Big Time Rush was one of Nick's more successful shows, focusing on a small town boy band living with other teen actors, actresses and singers. It was a show that didn't take itself seriously save for a few moments and it was one of those shows that I found fun to watch. There where a number villains on the show but none of them really stand out to me other than Jett Stetson. I think he was made to be annoying but he was kind of entertaining; this is a guy who is so arrogant he's actually intimidated that there's someone more handsome he was. Now the basic description of Jett is such; introduced in season 2, Jett is a teen actor and co stars with Jo Taylor, love interest to protagonist Kendall Knight. Kendall is jealous and uneasy about him because Jett and Jo play a couple on a in-universe show New Town High, staring a rivalry between the two. Jett's feats amount to slacking off during a school project and selling out his team during a prank war. So for the most part he was just a jerk right ? Well here's where he kind of goes bad guy territory, in the episode Big Time Sneakers Jett lies to the media about him and Jo dating. Kendall and Jo confront Jett and he reveals he is working with Jo's publicist to fake a relationship between Jett and Jo for publicity for their show. And since Jett is a more popular actor than Jo, if Jo doesn't comply fans will take Jett's side and make Jo seem like the bad guy and it would mean the end of her career. In other words, Jett is using coercion to try to strong arm a perfectly happy couple into breaking up so he can fake a relationship with his co star without any consideration for her feelings, all for TV publicity. That's pretty low. This episode has Jett at his most antagonistic and in my opinion, it was his Moral Event Horizon. Because of this, Jett was one of the more notable villains in my eyes, simply for how petty he is and how he cares very little about the feelings of others just to help his image. I would be surprised that Kendall and Jo didn't give Jett much resentment in Jett's future appearances, but to be fair this is one of those shows that doesn't take itself seriously. On a side note; as I was writing this list, I was made aware of Jimmy Starr, a similar villain on a more recent show Austin & Ally, who's actions carry onto other episodes. While I would consider Starr and honourable mention, I haven't exactly seen any Austin & Ally episodes with Starr in them, plus Big Time Rush was here first and hence Jett was here first. However, there is another Disney Channel villain I consider similar to Jett and Starr further down the list who takes their actions to a more monstrous extreme, but we'll get to her when we get to her.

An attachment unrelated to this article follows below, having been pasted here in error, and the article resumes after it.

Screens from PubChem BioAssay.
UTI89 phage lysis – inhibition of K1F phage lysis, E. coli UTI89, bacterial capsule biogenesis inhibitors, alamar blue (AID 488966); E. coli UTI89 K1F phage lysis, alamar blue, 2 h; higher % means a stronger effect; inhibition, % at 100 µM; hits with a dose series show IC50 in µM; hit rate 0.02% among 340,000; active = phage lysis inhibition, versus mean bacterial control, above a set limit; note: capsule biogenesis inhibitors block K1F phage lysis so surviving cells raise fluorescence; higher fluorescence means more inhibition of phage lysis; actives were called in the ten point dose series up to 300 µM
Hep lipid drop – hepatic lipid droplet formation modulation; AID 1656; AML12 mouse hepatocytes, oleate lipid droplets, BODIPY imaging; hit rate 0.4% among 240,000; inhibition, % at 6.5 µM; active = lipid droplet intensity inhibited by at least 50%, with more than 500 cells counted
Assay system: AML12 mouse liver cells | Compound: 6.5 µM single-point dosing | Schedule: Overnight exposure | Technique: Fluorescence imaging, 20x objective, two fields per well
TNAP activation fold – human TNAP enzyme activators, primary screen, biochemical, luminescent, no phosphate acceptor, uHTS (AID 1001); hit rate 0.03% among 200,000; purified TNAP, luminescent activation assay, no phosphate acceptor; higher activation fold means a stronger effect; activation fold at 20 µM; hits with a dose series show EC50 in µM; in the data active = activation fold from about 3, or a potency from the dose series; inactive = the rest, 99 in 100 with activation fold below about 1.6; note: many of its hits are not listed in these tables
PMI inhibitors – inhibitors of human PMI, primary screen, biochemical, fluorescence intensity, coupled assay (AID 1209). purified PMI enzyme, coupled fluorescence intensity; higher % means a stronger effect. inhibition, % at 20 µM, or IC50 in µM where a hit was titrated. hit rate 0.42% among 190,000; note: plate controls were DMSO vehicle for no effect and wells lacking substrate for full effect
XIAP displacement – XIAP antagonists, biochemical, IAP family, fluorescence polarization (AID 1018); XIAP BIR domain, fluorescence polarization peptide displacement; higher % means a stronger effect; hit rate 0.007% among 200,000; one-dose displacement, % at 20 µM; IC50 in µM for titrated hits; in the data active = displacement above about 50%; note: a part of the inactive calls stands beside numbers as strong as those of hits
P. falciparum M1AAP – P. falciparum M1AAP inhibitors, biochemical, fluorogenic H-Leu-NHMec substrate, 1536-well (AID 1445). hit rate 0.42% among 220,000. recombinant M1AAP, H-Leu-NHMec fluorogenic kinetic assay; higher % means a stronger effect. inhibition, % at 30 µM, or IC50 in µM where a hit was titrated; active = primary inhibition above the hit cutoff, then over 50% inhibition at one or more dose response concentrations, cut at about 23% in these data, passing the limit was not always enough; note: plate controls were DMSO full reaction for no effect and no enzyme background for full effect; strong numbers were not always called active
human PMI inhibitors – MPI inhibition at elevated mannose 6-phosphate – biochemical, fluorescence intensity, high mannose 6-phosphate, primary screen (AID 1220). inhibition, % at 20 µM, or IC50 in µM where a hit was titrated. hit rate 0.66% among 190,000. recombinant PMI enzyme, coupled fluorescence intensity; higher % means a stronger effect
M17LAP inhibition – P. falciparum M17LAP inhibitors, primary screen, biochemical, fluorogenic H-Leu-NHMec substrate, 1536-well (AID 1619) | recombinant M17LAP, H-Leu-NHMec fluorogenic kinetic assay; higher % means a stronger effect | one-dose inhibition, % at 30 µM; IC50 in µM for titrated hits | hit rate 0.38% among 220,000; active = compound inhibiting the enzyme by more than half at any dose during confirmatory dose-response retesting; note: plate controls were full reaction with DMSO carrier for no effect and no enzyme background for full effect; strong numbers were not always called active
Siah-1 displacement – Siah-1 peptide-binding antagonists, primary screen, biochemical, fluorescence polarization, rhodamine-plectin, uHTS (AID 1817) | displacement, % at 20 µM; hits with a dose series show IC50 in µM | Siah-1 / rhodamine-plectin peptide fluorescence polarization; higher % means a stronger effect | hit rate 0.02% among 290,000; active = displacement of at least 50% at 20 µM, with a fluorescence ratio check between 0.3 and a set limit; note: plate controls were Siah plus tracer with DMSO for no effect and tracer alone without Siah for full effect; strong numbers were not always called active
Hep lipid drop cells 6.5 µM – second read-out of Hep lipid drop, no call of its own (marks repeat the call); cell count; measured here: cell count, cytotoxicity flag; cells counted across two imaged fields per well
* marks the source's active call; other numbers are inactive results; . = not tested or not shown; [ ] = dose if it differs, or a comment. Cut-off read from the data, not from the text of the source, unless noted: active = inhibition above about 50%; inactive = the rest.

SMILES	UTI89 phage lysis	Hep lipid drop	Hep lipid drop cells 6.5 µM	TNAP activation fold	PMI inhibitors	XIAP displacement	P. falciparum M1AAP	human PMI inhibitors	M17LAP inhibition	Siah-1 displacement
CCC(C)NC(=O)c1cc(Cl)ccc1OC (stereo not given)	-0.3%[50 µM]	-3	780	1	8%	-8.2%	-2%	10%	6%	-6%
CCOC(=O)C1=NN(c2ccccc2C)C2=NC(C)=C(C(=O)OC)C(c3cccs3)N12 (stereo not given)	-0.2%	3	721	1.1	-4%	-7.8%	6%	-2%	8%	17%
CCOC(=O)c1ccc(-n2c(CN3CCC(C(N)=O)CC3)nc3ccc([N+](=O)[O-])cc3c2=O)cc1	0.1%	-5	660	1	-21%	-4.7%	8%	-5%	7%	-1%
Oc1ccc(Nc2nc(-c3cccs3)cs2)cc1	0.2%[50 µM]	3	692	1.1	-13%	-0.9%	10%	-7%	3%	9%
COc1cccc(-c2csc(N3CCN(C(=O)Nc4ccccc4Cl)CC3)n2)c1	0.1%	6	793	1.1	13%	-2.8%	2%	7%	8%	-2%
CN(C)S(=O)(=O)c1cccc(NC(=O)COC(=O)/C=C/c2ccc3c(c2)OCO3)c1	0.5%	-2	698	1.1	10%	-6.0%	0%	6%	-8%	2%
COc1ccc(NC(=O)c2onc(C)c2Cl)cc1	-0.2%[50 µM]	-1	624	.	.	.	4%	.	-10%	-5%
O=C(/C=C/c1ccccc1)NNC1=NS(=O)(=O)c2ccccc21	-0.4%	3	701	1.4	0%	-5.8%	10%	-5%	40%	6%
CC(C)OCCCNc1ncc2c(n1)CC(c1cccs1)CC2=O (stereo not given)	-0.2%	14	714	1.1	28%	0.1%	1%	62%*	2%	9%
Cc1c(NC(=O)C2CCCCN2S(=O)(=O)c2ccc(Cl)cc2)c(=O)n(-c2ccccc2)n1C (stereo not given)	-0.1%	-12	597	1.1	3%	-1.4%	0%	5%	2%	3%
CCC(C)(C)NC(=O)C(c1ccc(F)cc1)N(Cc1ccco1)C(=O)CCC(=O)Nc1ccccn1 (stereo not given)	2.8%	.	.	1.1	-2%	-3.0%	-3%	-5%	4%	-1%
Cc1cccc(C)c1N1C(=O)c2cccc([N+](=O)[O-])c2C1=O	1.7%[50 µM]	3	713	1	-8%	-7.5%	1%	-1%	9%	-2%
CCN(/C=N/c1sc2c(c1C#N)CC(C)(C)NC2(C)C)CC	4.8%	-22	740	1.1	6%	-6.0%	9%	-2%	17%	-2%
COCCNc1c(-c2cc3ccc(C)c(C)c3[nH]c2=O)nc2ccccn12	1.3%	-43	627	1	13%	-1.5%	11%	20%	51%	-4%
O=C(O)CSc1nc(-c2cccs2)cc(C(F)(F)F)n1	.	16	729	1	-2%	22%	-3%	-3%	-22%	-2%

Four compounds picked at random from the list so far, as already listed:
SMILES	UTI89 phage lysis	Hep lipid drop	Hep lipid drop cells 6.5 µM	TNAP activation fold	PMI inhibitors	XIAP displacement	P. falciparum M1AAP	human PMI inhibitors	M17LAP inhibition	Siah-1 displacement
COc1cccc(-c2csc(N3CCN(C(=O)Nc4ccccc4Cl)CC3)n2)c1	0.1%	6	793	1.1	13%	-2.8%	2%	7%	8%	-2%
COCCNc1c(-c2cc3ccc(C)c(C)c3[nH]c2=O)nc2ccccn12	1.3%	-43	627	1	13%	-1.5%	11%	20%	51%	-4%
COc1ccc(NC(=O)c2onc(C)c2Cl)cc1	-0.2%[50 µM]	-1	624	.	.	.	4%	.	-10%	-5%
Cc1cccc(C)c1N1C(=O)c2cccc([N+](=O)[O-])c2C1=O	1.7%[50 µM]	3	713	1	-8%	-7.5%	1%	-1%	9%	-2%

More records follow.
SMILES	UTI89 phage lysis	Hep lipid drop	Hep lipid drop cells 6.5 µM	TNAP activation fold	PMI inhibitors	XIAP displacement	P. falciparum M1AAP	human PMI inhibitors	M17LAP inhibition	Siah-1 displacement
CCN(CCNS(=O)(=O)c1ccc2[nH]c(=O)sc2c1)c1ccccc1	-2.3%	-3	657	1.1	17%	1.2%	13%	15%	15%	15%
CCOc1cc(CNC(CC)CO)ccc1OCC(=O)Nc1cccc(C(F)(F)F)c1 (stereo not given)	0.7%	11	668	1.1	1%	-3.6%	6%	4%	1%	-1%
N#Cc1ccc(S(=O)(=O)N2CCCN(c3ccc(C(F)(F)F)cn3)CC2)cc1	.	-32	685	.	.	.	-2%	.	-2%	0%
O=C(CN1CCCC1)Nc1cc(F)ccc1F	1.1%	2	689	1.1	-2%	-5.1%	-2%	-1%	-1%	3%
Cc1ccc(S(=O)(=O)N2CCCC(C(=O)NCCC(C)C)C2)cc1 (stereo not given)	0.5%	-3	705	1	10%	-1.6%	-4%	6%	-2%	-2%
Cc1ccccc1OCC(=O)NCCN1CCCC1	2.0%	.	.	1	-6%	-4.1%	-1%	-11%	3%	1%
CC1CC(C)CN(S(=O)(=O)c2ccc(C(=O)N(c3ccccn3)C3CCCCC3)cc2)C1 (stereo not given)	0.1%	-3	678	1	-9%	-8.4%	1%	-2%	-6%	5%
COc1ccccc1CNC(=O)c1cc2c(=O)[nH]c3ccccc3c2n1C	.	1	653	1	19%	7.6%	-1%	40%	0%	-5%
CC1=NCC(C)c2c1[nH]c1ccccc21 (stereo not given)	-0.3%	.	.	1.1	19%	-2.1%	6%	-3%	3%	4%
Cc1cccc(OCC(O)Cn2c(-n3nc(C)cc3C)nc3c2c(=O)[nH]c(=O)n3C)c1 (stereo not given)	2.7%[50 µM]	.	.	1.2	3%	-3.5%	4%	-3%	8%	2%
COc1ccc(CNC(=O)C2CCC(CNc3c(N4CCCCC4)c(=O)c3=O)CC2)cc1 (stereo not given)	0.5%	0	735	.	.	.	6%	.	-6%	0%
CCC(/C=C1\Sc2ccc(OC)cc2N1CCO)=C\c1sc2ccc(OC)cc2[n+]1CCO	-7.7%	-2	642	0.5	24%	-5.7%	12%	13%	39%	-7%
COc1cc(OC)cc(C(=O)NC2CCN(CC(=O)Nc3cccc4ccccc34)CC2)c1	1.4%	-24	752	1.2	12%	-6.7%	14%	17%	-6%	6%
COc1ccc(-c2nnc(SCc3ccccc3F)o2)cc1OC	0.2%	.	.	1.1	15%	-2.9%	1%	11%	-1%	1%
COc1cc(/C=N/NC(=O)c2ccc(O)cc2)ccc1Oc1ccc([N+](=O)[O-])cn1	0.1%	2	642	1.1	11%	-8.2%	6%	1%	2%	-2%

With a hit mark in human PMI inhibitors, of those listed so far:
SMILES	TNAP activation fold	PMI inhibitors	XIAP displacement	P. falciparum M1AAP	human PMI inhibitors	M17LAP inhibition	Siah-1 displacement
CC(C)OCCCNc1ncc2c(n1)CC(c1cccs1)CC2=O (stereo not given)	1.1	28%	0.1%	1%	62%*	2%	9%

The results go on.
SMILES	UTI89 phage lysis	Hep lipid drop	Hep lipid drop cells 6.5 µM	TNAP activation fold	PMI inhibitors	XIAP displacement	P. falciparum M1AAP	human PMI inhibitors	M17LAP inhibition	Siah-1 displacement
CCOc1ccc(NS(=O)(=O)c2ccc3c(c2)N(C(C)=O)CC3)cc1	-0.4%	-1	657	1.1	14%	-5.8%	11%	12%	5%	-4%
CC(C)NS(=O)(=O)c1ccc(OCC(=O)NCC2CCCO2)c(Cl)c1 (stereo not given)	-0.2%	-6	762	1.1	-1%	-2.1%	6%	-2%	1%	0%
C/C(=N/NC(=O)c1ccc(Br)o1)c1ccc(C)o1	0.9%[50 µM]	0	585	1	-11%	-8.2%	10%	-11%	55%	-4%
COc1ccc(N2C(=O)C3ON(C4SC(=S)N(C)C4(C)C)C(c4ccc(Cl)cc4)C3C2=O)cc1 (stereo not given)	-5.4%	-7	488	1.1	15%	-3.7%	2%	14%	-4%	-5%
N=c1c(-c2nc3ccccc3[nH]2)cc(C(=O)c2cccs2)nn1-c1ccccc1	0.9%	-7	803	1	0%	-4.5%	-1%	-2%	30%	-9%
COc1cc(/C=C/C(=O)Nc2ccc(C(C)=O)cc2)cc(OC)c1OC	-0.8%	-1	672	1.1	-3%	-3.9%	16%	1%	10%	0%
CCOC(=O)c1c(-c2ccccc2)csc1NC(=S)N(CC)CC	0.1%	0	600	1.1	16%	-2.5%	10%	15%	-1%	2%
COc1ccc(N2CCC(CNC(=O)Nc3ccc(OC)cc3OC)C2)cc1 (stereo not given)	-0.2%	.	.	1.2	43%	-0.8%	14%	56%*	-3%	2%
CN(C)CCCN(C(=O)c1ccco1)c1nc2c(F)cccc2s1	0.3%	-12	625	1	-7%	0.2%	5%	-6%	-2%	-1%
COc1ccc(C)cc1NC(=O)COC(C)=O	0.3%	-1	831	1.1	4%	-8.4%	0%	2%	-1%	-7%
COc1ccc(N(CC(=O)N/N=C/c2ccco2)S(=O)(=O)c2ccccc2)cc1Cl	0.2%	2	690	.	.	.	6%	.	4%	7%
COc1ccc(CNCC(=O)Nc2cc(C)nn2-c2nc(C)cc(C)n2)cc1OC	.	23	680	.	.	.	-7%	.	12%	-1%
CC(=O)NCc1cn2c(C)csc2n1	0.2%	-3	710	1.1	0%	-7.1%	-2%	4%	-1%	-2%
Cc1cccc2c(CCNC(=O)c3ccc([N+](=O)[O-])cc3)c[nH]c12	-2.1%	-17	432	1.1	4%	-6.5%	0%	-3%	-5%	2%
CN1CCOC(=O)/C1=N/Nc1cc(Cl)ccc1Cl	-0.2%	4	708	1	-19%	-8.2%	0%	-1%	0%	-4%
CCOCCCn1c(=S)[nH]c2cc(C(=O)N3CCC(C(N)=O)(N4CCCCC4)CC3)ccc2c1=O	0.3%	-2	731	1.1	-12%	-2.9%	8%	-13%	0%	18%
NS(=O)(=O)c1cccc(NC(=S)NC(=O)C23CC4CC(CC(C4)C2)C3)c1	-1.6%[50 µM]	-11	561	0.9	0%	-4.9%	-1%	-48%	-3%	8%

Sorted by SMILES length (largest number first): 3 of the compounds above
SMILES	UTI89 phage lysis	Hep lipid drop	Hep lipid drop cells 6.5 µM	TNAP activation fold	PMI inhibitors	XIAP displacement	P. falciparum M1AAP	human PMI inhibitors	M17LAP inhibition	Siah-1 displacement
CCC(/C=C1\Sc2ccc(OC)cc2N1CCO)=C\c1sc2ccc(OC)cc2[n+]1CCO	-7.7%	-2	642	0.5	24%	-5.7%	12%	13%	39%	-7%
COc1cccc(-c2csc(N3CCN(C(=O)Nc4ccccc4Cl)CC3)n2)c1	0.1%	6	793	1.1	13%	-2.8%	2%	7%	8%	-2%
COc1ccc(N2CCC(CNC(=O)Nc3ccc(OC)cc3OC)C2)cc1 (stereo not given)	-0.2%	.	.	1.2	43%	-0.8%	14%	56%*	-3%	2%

9. Paolo Valisari from Lizzie McGuire.